Oreo's picture-in-picture mode is even more useful than it looks. Sure, the feature can let you view videos in a floating box while doing other things on your phone... but it also works with things other than video, like navigation in Google Maps.

Check it out. All you've gotta do is open Maps and start navigating somewhere.

Then, press your phone's Home or Overview key... and your navigation will automatically shrink down into a floating box over your home screen or recent apps list.

You can then open anything else you want, and the box will start in place. You can even drag it around the screen to move it, tap it to reveal controls, or fling it toward the bottom of your screen to dismiss it entirely.


One tricky thing with picture-in-picture mode is knowing which apps support it. Little-known fact, though: Your phone actually has a list.

Open the Apps & Notifications section of your system settings, tap "Advanced," and then select "Special app access."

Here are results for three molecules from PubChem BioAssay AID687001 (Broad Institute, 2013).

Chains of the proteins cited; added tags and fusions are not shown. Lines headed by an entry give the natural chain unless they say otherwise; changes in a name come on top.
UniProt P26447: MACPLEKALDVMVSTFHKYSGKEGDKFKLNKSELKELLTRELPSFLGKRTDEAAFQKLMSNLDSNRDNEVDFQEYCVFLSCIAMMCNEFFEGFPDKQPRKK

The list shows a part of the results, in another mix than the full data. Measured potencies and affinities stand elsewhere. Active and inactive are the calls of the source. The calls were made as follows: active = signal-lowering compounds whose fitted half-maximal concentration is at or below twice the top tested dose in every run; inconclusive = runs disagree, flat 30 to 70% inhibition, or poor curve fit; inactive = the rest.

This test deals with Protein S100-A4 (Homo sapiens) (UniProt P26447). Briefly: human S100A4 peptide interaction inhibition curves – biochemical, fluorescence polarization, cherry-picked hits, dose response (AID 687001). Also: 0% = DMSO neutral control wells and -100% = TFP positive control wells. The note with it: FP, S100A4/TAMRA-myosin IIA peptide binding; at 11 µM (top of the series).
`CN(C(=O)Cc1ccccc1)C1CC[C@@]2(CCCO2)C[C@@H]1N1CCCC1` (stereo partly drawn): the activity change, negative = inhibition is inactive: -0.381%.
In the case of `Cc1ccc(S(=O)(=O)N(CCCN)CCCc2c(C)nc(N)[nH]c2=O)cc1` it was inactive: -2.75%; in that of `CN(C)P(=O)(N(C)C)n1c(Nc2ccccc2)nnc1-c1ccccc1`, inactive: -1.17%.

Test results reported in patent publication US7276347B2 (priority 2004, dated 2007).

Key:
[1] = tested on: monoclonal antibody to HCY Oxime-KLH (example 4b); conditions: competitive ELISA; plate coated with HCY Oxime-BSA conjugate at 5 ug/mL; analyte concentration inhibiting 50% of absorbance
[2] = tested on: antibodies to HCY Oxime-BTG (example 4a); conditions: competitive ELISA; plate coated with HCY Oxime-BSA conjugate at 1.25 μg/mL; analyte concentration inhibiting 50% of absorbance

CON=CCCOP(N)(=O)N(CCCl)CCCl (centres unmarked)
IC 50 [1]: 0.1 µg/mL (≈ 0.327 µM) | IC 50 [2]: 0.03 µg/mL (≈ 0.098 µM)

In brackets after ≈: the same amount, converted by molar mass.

Now, tap "Picture-in-picture," and there you have it: the full breakdown of which apps on your phone are picture-in-picture-ready.


Rockin' some Bluetooth headphones? If you have Android 8.1, be sure to look in your device's Quick Settings panel when your headphones are connected.

You'll be able to see the headphones' current battery level right there, alongside the Bluetooth icon.... and if you tap to open the full Bluetooth settings menu, you'll find the EXACT percentage in numerical form.


Next time you're thinking about connecting to a public Wi-Fi network, hop into your phone's Wi-Fi settings first to see how the network rates. With Android 8.1, you'll find new network speed rankings right below public network names.


Squinters, take note: Oreo comes with a new option that'll make it easy for you to magnify any area of your screen on demand.

Open up the Accessibility section of your system settings and select "Magnification." Next, select the "Magnify with button" option and flip the toggle to turn it on.